Natan Zach, Israel's premier poet and Israel Prize laureate dead at 89

Zach published his first book of poems in 1955. Over the years he published more than two dozen books, some of which were translated into other languages.

Israeli poet Nathan Zach (photo credit: MOSHE MILNER / GPO)
Israeli poet Nathan Zach
(photo credit: MOSHE MILNER / GPO)
Natan Zach, Israel’s premier poet, literary critic and translator, died on Friday at the age of 89. A controversial but nonetheless influential figure, the Berlin-born Zach, who was an Israel Prize laureate, believed that Middle East culture was inferior to that of Western Europe and did not hesitate to say so.

He also courted controversy for his political views by voicing support for the flotilla that had unsuccessfully sought to break through Israel’s blockade of the Gaza Strip in 2014 and concurring with Palestinian Authority President Mahmoud Abbas, who had described Operation Protective Edge as “genocide.” He also wished Abbas luck in his various appeals against Israel to the International Court of Justice.

Zach was frequently critical of government policies, often in the most scathing of terminology.

Perhaps the very fact that he was not ostracized for his views and continued to win prizes and wield extraordinary influence on modern Hebrew poetry, testified more than anything else to Israel’s democratic nature.

After graduating in philosophy and science from the Hebrew University of Jerusalem, Zach spent 10 years in England, returning home with a PhD from the University of Essex. He later taught at Tel Aviv University and the University of Haifa.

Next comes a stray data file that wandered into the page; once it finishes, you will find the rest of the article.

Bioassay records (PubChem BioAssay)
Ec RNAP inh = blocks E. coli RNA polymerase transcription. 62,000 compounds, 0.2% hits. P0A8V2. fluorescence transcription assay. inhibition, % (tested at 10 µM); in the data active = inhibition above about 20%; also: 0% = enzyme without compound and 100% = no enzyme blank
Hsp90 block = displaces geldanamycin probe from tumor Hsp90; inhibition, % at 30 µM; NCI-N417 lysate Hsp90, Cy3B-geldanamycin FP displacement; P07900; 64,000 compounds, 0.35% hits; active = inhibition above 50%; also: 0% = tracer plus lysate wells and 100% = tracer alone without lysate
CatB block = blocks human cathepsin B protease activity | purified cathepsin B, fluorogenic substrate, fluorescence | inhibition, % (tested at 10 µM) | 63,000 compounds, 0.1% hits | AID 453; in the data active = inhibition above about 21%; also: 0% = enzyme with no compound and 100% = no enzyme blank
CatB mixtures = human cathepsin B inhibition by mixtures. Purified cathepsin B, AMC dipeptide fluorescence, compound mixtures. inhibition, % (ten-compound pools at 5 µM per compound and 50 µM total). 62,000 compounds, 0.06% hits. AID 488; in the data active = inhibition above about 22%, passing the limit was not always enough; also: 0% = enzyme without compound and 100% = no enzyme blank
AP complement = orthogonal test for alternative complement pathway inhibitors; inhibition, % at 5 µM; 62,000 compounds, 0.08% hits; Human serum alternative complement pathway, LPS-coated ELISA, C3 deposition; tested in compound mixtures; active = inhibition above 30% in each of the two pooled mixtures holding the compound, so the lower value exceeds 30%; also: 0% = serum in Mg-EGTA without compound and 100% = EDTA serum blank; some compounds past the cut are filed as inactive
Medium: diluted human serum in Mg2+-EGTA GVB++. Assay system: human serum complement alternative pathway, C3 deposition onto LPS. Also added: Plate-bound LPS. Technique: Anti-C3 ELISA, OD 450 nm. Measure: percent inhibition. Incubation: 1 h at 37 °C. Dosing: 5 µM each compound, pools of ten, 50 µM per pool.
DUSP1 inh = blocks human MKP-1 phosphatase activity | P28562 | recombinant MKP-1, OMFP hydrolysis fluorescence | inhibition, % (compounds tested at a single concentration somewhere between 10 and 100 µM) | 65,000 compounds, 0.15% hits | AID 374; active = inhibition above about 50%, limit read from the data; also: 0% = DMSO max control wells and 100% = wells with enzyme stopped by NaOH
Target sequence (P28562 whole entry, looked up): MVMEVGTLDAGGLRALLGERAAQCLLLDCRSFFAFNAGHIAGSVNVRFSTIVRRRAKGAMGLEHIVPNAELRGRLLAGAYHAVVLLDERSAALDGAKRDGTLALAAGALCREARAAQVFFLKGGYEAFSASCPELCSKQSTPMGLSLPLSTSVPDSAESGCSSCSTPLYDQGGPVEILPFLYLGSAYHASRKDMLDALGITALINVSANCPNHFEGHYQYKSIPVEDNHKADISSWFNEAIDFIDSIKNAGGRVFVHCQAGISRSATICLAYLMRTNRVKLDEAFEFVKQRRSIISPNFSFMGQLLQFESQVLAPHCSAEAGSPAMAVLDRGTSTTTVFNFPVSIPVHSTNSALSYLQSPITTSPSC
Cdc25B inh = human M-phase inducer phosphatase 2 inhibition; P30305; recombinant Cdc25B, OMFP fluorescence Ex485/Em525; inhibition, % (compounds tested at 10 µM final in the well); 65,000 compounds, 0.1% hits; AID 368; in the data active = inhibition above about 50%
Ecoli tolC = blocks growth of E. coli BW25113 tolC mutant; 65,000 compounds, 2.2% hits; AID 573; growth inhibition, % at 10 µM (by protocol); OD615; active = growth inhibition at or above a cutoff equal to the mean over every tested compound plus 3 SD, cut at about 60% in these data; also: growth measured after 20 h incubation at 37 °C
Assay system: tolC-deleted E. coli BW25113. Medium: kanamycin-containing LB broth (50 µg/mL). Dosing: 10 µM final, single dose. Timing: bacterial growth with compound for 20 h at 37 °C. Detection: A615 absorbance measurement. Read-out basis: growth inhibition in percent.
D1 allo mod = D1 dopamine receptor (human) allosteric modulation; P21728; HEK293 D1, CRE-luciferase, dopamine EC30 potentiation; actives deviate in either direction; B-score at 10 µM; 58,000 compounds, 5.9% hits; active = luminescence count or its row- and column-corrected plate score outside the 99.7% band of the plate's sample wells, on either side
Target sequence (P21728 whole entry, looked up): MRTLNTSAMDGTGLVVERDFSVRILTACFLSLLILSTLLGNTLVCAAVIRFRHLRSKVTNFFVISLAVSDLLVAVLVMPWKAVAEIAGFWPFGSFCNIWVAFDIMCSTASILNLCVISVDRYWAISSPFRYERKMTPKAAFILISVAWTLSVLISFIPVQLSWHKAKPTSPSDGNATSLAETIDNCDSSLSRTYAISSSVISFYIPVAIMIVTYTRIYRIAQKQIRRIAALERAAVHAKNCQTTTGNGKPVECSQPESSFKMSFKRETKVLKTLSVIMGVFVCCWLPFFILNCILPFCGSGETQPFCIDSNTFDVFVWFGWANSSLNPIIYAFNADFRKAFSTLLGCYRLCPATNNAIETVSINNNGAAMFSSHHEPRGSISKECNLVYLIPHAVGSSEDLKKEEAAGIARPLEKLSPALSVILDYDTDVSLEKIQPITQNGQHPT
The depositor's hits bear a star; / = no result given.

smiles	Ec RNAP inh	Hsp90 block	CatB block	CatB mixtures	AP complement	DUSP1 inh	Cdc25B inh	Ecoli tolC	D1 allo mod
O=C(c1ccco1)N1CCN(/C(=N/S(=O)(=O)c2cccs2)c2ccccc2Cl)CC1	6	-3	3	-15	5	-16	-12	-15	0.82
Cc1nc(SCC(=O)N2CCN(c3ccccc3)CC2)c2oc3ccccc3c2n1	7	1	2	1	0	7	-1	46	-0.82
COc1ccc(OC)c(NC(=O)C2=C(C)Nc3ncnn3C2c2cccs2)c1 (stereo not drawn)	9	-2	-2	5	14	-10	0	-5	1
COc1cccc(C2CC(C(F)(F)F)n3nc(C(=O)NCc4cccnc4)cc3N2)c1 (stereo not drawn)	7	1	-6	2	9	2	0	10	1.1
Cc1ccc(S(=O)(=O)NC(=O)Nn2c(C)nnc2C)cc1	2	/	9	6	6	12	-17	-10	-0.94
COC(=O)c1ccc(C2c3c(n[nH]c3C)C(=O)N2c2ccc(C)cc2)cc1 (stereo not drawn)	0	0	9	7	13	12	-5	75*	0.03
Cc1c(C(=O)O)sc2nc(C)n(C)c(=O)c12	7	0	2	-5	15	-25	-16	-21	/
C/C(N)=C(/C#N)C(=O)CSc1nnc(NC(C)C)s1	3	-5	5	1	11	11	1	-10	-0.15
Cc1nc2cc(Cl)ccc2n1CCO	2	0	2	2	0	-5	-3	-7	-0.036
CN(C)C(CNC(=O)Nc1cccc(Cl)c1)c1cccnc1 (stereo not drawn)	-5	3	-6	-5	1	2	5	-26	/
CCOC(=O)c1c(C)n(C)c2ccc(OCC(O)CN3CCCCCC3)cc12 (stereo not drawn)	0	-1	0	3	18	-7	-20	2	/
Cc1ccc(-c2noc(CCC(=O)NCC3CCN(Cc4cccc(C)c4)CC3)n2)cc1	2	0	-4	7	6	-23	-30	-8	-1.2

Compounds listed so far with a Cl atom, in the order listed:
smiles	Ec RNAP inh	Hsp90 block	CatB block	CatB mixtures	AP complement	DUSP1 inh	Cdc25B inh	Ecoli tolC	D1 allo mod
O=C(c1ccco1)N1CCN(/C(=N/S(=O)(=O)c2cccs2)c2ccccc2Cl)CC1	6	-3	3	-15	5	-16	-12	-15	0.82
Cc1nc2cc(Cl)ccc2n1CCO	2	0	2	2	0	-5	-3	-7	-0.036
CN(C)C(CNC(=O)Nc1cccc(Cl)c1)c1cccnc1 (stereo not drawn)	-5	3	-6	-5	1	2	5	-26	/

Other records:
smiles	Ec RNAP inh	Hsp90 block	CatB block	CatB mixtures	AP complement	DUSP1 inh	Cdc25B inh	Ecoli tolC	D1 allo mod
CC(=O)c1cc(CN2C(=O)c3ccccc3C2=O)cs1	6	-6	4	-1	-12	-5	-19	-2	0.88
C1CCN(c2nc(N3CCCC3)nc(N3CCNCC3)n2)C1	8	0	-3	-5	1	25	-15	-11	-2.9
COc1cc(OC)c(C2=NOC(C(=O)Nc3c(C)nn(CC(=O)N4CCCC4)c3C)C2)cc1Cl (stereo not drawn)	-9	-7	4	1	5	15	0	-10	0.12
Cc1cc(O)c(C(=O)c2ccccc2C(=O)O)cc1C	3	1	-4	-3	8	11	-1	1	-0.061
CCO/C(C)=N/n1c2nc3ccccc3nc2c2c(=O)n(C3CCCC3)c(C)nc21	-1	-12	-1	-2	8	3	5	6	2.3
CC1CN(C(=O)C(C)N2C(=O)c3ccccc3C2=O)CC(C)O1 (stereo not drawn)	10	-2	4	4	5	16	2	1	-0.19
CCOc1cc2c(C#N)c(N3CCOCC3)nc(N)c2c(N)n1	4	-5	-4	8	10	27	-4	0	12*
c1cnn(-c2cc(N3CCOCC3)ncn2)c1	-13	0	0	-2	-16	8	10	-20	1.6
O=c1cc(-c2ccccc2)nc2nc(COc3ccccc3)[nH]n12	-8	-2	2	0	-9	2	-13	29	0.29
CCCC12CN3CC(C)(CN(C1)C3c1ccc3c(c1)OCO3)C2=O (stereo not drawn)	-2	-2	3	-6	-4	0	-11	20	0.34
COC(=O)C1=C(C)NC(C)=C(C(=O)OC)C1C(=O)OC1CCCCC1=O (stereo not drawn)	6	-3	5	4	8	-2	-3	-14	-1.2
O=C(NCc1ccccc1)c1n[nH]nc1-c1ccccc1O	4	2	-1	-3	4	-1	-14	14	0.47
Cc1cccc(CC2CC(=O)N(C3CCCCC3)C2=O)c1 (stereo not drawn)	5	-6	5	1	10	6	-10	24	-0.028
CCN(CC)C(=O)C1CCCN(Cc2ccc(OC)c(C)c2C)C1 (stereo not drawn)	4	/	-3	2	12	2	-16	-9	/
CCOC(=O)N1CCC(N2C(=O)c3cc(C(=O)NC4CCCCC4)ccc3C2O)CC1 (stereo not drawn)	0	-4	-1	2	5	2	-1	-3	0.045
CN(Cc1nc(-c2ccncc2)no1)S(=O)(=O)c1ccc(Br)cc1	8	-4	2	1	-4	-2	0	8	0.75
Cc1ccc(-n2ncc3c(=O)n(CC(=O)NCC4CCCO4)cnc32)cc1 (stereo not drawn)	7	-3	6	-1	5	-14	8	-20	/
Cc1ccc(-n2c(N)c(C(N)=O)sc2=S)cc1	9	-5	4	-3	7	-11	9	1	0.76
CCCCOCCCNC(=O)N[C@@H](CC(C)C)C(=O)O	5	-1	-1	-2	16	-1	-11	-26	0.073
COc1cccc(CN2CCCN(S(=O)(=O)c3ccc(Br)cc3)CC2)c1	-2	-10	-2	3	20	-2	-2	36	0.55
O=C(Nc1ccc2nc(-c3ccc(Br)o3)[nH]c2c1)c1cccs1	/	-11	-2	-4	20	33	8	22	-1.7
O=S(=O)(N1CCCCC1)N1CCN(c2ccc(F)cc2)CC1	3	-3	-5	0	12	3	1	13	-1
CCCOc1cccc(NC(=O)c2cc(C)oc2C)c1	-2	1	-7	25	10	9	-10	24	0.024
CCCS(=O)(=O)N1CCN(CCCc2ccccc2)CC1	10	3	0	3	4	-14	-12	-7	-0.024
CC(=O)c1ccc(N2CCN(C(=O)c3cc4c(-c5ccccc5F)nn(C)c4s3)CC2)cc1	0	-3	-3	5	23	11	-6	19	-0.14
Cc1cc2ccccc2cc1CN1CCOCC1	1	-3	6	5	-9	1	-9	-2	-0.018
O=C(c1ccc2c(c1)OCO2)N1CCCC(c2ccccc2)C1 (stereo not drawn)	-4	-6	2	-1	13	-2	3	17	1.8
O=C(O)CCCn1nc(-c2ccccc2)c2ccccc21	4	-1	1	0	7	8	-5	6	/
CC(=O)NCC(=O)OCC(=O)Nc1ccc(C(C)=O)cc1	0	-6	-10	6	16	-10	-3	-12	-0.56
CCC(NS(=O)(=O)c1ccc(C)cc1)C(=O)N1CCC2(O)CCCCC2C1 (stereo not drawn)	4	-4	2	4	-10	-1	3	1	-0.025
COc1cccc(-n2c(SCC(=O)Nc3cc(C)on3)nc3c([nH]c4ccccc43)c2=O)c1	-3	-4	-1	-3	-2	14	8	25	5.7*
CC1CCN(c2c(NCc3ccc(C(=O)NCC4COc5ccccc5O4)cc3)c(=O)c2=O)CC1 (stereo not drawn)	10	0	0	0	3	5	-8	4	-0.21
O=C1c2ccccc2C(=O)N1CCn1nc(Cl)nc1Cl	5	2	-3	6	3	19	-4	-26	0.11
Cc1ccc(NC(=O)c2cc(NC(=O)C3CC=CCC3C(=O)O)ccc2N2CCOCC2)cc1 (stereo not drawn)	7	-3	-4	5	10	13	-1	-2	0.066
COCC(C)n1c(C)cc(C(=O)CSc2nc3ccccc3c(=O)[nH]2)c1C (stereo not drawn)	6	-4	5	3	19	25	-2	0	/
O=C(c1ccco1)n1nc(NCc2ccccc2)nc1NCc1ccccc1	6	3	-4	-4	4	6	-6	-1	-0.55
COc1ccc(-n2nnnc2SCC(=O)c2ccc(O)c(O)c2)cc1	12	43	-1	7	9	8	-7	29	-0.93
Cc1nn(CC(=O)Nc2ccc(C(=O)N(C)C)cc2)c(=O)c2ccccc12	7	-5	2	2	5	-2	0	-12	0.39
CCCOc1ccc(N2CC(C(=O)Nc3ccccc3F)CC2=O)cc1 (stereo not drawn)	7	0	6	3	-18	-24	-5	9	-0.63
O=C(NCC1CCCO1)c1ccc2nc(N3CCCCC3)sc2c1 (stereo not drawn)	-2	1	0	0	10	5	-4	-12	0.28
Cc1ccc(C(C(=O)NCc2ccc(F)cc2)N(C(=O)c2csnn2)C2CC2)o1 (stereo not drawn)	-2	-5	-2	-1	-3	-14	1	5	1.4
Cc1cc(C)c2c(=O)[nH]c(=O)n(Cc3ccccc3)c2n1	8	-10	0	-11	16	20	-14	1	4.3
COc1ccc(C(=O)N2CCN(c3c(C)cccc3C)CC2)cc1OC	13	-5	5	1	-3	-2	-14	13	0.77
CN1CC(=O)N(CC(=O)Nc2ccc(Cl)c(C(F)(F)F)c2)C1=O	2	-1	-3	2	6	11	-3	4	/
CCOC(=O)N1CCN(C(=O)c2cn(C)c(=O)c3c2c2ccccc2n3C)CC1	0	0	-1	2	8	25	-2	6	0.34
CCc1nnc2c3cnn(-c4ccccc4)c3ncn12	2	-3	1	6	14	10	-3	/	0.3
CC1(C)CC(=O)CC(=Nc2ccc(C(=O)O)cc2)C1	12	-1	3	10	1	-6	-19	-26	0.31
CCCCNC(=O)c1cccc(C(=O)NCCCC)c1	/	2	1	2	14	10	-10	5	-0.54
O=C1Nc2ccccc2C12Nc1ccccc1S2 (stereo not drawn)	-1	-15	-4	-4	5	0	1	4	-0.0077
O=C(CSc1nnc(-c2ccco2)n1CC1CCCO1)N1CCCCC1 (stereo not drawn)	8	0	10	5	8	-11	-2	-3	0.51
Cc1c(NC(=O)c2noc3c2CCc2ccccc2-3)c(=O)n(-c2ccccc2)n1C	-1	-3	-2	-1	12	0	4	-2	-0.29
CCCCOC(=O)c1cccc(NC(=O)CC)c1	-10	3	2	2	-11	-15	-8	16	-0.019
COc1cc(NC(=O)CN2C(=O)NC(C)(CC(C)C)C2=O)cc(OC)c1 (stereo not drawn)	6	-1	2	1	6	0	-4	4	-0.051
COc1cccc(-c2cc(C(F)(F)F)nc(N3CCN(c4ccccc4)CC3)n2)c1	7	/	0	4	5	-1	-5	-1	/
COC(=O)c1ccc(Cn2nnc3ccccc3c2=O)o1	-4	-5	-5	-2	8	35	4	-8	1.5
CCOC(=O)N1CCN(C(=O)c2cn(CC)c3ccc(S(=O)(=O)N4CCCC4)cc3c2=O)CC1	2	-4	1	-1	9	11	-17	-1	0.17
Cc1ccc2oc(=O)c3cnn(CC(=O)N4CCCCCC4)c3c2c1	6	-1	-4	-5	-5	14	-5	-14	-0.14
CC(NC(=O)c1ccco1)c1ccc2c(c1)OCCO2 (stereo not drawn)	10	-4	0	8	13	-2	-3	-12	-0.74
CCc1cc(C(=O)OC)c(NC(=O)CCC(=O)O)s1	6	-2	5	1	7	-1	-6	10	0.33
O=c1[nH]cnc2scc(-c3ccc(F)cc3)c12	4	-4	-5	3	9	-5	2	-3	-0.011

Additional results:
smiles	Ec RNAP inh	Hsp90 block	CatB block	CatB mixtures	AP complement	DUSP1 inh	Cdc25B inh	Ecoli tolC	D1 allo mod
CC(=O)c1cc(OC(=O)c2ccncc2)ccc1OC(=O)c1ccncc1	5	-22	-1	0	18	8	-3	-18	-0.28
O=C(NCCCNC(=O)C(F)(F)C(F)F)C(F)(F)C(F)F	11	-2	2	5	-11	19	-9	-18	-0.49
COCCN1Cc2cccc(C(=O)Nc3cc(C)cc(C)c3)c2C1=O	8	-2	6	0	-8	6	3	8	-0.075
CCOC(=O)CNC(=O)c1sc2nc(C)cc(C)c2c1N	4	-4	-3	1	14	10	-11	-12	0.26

Because he could always be trusted to say something outrageous, Zach was a cultural icon who was in great demand for interviews, although he did not readily acquiesce.

Highly opinionated, modesty was not his strong suit and he held himself in such esteem that in one of his last interviews, he asked that his future grave be wider than the norm so that all his books could be buried with him.
Many of Zach’s poems were set to music, a factor that he initially found disturbing, as if someone had intruded on the rhythm of his verse. But he later realized that, in having poems turned into songs, he was reaching a wider public, and eventually was not only reconciled to the idea but also derived pleasure from it.

One of his best-known songs, “Because Man is the Tree of the Field,” is strongly identified with singer Nurit Galron, who looked on Zach as a father figure, and included several of his poems in her repertoire of songs. She also recorded an album that was totally Natan Zach.

Zach moved with his family from Berlin to Haifa in 1936, while he was still a child. During the War of Independence, he served in an intelligence unit.

A prolific writer, Zach published his first book of poems in 1955. Over the years he published more than two dozen books, some of which were translated into other languages.

In recent years, he fell victim to Alzheimer’s disease.

Sarah Avital, who he married in 2014, placed him in a nursing home In Ramat Efal, distanced him from his literary cronies and not allowing them to visit him – not even those who had been among his closest friends.
President Reuven Rivlin eulogized him as “wild, rebellious, a burning fire, but also the alchemist of the most slender connections in the universe between man and tree and man and man.” Rivlin also quoted from another of Zach’s most popular poems that became songs: “We are all of us in need of grace.”

Culture and Sports Minister Chili Tropper said that Zach’s influence on Hebrew poetry would be felt for generations.

News of Zach’s passing was published in several overseas newspapers – an indication of his stature as an internationally acclaimed poet.